NMAP Port Scanning States

NMAP Security

NMAP (Network Mapper) is a great tool for scanning your network to identify active hosts and the open/available services they have. NMAP provides quite a granular output for the port states, six in-fact, rather than just an open and closed.

I’ll give a brief overview of the three main ones you’ll come across: Open, Closed and Filtered, the other three unfiltered, open|filtered and closed|filtered i’ve not covered those ones here, but you can find out more at: https://wiki.onap.org/display/DW/Nmap

Main Three States

So let’s start with the three main states you might see when port scanning.

Open – An application/service on a host is actively allowing TCP and UDP connections to it and responding to connections (i.e. clients that are connecting to it).

Closed – A closed port unlike its name would suggest actually receives and responds to NMAP’s probes; however unlike the “open” state there is not an application listening on it. What it actually means is that there is no firewall blocking this particular port between the host performing the scan and the host being scanned.

Filtered – So the filtered state means that NMAP can’t tell if the port on the scanned host is actually open or closed because there is some sort of filtering i.e. firewalling that is preventing the probes reaching the host’s ports.

Although it would seem odd, having a host respond with either “Open” or “Filtered” is actually a better state than “Open” and “Closed”, the latter would imply that a host was wholly available to the host scanning it and its only that an application isn’t listening which means there was no response. While “Filtered” means there is something in the way of the connection, i.e. a firewall.

With respect to the “Filtered” state, the firewall might be a perimeter firewall, or a host local firewall or both; it could even be your own firewall that is causing the “Filtered” state.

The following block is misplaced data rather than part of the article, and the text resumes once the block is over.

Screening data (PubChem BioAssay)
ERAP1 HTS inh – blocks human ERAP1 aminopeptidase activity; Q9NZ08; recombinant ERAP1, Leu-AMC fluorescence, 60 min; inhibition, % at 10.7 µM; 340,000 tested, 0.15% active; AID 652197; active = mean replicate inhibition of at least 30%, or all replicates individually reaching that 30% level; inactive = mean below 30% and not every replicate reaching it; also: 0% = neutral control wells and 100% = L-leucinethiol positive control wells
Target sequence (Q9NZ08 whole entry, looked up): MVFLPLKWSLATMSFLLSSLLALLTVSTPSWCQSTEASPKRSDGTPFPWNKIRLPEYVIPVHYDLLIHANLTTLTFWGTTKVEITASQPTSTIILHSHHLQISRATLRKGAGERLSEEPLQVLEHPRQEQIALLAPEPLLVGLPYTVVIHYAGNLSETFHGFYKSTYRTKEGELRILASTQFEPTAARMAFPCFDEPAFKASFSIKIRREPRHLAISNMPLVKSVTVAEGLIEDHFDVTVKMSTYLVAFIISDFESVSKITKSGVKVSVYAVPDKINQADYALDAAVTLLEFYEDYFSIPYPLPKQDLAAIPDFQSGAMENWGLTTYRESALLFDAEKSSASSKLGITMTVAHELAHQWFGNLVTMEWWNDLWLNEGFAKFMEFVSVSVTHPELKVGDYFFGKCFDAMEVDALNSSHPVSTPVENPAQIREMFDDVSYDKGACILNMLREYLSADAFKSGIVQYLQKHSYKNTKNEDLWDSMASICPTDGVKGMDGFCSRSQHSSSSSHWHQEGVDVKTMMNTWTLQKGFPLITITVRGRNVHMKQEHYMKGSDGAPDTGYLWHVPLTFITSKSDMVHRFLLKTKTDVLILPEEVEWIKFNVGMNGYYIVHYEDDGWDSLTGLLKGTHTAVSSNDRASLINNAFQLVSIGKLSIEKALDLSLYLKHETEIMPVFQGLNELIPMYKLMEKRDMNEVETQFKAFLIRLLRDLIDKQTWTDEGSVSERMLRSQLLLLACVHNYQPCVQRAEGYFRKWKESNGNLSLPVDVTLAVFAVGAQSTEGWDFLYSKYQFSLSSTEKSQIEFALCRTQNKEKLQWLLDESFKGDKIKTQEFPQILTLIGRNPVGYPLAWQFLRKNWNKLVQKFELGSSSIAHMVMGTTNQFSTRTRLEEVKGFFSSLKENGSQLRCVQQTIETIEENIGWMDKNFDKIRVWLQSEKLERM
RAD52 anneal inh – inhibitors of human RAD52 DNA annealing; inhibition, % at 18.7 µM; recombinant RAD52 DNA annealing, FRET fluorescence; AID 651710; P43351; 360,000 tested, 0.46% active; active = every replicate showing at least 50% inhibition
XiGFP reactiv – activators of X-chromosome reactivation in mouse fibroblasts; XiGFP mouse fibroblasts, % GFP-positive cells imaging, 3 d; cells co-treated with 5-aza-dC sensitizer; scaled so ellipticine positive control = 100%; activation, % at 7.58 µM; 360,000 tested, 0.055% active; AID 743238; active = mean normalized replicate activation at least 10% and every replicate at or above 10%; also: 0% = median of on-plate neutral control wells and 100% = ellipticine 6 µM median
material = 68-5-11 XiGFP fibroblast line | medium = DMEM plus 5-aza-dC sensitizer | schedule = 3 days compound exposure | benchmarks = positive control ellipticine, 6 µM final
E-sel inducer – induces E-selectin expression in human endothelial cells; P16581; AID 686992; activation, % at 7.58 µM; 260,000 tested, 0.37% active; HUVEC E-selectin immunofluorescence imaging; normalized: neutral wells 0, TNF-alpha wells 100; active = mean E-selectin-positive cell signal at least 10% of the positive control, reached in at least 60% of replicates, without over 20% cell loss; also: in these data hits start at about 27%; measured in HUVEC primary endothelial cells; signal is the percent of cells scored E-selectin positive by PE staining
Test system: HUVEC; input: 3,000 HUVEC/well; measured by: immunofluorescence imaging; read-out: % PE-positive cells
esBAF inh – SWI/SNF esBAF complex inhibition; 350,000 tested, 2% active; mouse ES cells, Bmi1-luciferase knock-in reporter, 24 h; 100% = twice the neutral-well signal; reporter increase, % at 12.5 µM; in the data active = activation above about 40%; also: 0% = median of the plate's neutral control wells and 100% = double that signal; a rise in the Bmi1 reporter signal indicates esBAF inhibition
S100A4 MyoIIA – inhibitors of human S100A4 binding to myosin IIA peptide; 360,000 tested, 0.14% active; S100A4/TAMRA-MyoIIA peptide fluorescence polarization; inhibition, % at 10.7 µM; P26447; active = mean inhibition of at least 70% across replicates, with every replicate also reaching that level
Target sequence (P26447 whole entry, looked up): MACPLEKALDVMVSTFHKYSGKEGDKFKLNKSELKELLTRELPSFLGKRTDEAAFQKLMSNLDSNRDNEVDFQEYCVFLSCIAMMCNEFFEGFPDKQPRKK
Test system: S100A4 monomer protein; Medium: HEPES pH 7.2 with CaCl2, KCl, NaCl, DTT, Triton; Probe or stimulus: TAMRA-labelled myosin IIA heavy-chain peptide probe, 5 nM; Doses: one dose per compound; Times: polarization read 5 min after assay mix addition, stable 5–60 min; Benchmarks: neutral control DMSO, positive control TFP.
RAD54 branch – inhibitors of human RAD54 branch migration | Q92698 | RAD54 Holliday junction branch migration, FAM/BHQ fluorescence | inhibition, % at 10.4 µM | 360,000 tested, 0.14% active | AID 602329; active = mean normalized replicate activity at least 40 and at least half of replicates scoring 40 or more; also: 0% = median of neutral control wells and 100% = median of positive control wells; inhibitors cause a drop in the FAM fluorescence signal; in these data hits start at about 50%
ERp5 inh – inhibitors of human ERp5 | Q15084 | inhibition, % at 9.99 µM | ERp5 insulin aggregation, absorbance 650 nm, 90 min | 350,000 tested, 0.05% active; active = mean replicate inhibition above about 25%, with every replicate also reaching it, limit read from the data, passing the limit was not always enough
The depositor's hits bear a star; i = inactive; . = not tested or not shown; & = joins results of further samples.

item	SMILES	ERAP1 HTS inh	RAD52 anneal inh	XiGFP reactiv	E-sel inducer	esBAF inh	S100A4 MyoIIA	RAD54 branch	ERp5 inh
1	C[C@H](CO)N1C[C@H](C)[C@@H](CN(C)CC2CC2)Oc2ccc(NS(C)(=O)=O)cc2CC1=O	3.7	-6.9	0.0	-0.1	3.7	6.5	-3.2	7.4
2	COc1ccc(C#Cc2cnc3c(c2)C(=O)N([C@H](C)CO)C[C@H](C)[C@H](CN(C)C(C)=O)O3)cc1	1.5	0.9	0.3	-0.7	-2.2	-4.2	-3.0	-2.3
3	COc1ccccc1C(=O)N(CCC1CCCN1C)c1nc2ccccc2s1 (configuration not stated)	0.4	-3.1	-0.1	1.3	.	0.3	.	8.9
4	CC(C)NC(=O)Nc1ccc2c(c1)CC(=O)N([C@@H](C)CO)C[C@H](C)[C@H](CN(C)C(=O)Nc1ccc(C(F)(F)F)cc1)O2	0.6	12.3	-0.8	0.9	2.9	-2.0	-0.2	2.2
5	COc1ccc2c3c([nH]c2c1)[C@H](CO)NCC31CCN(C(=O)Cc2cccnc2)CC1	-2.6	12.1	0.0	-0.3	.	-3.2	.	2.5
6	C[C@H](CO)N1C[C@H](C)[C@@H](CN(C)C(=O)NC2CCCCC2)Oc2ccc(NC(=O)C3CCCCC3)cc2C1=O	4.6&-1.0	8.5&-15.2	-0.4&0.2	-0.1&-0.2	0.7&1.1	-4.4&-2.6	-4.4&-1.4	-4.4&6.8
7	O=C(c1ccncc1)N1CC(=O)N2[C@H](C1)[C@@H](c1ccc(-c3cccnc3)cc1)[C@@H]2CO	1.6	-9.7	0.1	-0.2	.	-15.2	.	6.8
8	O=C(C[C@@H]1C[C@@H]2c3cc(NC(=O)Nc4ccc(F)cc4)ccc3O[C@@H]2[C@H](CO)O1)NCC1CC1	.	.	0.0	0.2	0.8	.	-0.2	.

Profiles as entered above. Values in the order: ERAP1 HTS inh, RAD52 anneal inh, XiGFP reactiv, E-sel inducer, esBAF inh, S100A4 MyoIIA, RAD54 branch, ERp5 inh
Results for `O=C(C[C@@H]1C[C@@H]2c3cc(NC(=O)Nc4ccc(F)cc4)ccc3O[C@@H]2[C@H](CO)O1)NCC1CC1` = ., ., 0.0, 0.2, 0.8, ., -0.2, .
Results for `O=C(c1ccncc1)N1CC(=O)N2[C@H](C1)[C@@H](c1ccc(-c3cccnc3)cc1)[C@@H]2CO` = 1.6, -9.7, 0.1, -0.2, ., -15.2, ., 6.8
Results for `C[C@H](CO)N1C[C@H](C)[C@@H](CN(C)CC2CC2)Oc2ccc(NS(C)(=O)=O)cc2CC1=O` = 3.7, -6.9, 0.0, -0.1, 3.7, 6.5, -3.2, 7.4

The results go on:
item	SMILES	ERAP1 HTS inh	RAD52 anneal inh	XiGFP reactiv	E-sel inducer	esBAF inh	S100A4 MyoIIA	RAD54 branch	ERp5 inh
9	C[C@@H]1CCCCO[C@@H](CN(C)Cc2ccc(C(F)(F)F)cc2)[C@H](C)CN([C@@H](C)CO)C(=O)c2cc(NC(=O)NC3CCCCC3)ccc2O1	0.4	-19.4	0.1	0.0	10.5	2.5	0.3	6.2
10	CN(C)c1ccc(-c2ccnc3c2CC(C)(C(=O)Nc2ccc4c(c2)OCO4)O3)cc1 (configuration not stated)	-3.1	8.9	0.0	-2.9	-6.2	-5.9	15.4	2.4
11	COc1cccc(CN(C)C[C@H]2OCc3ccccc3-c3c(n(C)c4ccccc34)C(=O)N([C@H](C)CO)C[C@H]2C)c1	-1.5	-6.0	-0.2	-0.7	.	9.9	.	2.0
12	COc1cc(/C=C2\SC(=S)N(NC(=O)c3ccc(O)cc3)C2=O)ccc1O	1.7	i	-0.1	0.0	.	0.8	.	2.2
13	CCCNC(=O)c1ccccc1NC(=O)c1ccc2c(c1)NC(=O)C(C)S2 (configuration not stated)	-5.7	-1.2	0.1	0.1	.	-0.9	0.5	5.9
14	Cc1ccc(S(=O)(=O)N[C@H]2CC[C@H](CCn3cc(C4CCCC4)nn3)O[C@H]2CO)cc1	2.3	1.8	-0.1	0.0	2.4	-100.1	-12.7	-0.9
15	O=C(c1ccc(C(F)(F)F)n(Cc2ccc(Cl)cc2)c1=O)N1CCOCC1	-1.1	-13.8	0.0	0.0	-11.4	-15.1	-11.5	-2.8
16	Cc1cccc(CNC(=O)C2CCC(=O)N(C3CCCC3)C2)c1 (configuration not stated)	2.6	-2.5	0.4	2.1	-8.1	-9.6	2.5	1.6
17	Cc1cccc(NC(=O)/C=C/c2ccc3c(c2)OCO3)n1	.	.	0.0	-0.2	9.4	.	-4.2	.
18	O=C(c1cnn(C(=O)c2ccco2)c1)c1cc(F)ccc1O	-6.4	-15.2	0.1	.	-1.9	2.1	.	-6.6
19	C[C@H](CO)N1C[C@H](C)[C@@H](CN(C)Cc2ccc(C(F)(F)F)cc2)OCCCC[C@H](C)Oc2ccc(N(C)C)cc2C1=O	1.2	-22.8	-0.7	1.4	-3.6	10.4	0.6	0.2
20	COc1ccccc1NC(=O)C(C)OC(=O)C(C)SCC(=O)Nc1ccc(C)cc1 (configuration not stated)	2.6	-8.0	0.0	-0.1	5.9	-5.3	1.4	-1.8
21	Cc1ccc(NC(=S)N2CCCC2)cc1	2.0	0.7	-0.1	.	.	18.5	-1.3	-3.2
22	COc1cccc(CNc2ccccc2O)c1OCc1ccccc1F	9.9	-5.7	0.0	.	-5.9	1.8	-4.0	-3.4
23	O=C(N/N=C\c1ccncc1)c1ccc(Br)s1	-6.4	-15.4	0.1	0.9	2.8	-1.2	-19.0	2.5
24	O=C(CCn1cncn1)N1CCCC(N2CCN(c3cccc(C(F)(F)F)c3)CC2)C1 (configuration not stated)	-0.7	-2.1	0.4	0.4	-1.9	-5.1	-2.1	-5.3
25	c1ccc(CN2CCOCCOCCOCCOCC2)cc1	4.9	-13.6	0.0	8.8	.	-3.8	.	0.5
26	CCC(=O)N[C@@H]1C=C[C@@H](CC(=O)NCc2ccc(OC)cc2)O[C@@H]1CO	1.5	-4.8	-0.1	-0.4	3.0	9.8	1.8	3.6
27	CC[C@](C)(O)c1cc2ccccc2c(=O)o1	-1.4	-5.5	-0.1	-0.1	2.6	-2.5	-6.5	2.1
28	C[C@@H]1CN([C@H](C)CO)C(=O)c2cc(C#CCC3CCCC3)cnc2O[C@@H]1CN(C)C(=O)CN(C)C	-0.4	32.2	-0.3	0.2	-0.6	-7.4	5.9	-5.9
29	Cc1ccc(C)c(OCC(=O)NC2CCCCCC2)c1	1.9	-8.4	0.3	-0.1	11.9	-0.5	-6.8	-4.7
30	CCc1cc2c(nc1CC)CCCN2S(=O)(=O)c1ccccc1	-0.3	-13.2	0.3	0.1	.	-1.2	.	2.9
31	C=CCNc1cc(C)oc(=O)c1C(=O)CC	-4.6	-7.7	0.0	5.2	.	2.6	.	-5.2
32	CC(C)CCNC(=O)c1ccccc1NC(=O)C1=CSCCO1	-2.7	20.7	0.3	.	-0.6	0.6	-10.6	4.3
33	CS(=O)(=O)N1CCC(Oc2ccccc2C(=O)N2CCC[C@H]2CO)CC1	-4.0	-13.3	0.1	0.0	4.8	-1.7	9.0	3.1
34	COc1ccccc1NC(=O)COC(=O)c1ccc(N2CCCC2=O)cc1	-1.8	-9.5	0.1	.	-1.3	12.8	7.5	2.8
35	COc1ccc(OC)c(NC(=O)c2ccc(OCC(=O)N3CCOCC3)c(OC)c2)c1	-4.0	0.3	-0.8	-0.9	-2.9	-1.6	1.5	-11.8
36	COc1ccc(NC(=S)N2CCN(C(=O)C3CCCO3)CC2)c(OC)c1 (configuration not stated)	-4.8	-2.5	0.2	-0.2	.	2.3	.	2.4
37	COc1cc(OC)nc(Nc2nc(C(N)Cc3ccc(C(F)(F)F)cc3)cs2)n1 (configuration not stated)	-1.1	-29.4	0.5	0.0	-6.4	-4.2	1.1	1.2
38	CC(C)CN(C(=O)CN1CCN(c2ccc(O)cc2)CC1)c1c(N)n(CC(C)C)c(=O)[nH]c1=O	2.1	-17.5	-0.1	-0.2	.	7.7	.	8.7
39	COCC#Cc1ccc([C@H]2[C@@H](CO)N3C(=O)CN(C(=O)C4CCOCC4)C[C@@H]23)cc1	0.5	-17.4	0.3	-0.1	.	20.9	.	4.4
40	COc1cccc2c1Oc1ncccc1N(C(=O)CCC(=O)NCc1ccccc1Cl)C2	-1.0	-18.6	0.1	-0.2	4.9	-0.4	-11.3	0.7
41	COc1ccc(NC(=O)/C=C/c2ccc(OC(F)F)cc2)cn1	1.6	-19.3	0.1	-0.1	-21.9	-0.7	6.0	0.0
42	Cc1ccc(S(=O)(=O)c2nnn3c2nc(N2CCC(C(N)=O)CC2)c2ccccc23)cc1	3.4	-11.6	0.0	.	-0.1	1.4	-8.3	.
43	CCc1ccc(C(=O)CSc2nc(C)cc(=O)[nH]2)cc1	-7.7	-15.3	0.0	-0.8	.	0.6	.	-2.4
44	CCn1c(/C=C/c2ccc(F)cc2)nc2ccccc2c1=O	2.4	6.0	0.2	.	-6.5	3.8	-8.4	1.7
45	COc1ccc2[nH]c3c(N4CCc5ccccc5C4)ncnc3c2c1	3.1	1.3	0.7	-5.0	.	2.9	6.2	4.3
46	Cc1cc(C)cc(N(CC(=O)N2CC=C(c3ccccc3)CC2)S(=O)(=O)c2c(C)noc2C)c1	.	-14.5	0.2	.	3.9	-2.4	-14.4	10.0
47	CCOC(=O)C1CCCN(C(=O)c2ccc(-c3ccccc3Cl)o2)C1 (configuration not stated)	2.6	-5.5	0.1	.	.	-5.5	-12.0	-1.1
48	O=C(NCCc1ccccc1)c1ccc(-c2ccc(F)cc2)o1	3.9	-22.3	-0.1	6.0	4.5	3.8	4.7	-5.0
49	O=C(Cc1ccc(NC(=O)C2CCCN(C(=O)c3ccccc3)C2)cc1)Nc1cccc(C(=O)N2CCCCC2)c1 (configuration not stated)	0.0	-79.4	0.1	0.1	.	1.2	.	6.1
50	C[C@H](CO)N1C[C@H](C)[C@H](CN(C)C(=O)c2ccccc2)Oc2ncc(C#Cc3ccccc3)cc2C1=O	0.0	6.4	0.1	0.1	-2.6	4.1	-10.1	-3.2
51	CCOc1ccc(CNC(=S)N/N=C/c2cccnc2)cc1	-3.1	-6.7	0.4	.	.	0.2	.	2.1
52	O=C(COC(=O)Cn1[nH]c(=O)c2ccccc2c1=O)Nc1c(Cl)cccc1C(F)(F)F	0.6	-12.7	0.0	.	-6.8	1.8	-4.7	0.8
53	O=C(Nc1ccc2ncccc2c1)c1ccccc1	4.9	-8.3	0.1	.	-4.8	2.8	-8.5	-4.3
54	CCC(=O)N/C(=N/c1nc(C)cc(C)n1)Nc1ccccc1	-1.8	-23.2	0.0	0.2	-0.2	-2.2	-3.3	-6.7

Let’s have a look at a quick example, this NMAP command performs a scan of the common ports of www.bbc.co.uk, as you can see two ports are “open” for a webserver this is expected. And you can also see 98 filtered ports, i.e. firewalled ports that NMAP also checked as part of its common ports scan.

 $ nmap -F www.bbc.co.uk
Starting Nmap 7.70 ( https://nmap.org ) at 2022-09-21 17:44 BST
Nmap scan report for www.bbc.co.uk (
Host is up (0.0075s latency).
Other addresses for www.bbc.co.uk (not scanned):
Not shown: 98 filtered ports
80/tcp  open  http
443/tcp open  https

Nmap done: 1 IP address (1 host up) scanned in 3.30 seconds


If you are designing controls to block un-needed traffic then ensuring you have “defence in depth” is key. For example if you have a web server which has port TCP/80 (HTTP) and TCP/443 (HTTPS) open, then you should have a local host firewall that blocks all other inbound (to the host) traffic apart from these two ports. Then in-front of that a perimeter firewall between that host and the Internet with again only those two ports open, that way you’re ensuring multiple layers of defence between the untrusted network(s) and your trusted host. If an administrator was to enable a service e.g. SSH on the web server, it would be blocked by the local host firewall and perimeter firewall, unless you explicitly allowed it.

Image Attribution

Leave a Reply

Your email address will not be published. Required fields are marked *